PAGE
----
“Moving’s stressful enough,” Brnovich said. “This notion that someone could keep your stuff — it offends me.”
Brnovich even has a name for such situations: “hostage loads.” Some movers realize they have total leverage once in control of a customer’s household possessions, he said.
“They were holding our furniture hostage,” she said, explaining why they caved on the bill. It was May, the temperatures were climbing and they had three little kids at grandma’s house who faced the prospect of returning to an empty home.
“He was stuck,” she said.
Her experience is typical of complaints about movers made to Arizona Attorney General Mark Brnovich’s office. Interstate moves are covered by federal law, but if the move is across town, or within Arizona borders, there is little officials can do.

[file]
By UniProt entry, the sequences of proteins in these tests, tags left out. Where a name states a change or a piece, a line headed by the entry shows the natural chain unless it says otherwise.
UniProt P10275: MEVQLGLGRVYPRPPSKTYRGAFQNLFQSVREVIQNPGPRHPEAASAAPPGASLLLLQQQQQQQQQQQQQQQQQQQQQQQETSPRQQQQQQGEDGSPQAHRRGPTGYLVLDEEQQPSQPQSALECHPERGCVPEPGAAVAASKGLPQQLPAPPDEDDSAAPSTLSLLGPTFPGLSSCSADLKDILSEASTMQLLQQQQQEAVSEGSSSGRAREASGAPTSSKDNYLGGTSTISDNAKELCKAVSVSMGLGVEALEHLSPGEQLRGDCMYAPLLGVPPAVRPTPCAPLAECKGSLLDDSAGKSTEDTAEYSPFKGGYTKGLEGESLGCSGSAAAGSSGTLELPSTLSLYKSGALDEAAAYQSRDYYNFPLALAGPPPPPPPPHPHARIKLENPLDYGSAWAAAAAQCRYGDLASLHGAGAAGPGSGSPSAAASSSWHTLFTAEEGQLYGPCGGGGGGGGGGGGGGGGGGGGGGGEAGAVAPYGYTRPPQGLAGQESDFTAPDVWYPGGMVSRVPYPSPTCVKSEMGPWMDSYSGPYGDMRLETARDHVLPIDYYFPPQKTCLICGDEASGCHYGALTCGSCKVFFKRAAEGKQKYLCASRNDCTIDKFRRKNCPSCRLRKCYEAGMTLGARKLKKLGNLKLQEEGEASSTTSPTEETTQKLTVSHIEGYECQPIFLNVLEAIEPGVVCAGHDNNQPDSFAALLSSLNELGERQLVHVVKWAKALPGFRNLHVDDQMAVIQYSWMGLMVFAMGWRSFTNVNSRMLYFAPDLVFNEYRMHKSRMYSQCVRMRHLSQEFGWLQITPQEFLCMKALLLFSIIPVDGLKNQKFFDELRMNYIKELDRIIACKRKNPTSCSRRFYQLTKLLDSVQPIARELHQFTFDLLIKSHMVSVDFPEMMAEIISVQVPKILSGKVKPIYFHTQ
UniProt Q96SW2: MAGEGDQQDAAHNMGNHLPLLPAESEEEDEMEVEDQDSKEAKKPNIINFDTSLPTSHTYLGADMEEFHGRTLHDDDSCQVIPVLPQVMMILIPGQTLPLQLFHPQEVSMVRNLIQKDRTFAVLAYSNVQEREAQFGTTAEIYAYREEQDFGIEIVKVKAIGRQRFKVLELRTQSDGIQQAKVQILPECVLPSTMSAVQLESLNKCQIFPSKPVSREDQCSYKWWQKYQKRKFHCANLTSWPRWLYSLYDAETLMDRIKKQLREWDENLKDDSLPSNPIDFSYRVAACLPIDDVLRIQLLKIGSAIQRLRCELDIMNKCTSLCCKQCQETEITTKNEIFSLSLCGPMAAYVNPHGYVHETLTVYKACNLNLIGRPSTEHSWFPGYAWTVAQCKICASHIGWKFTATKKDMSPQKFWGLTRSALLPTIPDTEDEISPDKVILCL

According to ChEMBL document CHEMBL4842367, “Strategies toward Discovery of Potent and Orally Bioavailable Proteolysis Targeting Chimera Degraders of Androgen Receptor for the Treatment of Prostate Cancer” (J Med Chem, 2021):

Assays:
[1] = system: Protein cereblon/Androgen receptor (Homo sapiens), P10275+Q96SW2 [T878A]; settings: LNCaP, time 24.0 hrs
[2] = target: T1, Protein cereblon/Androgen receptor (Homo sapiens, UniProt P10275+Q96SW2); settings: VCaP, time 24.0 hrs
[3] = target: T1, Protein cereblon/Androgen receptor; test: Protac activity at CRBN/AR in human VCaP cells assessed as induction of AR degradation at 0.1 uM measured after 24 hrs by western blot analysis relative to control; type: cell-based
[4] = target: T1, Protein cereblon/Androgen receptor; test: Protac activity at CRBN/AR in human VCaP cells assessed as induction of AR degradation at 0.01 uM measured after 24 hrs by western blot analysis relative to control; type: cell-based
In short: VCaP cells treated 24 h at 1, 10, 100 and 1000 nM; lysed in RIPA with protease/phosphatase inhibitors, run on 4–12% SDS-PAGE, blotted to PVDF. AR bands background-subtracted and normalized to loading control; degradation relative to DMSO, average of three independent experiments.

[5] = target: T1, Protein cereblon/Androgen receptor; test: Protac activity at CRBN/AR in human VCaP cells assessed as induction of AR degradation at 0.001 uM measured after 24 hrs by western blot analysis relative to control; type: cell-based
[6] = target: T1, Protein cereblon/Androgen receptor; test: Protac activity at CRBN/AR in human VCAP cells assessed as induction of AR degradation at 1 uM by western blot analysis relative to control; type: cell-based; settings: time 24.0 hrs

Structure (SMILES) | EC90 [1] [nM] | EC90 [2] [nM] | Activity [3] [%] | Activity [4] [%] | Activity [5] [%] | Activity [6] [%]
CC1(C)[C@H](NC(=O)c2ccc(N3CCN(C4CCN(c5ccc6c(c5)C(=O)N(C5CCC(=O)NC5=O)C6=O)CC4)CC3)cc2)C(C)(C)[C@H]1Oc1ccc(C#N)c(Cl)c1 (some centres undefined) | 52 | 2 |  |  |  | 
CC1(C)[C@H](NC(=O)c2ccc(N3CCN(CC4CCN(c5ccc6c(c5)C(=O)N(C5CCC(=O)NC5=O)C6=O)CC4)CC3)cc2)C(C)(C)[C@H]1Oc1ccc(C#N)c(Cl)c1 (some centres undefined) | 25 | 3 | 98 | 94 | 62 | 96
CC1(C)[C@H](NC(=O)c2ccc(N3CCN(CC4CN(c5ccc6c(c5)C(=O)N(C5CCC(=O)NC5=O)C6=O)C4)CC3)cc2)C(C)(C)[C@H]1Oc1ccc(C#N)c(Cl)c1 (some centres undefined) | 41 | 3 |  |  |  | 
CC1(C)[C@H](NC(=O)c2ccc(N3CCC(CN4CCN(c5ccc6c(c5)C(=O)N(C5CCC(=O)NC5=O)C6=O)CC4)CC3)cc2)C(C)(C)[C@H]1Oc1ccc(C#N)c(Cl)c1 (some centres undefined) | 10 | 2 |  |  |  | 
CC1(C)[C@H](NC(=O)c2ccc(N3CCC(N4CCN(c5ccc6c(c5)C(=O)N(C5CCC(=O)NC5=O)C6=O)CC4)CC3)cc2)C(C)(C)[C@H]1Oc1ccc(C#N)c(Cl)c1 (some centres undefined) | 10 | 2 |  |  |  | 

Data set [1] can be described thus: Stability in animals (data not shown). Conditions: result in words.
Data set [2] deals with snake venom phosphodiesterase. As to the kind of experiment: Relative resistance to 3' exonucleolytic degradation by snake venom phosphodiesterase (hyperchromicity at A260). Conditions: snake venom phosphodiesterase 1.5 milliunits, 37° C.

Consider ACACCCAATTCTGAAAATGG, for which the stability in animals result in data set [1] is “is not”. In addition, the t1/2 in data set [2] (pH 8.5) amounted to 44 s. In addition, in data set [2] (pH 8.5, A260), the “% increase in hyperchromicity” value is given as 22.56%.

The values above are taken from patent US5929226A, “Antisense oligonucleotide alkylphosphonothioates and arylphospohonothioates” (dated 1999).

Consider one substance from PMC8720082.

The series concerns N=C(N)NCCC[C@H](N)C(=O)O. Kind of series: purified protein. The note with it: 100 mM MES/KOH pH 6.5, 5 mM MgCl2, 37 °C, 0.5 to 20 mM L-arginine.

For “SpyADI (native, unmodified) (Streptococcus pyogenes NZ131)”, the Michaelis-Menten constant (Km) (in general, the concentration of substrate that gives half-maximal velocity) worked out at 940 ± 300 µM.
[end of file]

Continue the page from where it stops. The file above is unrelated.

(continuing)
A bill at the state Capitol would provide some relief, however. House Bill 2145 would prevent companies that do in-state moves from holding a customer’s goods over a payment dispute. It also would require them to give an accurate quote on moving costs and related fees, including insurance provisions.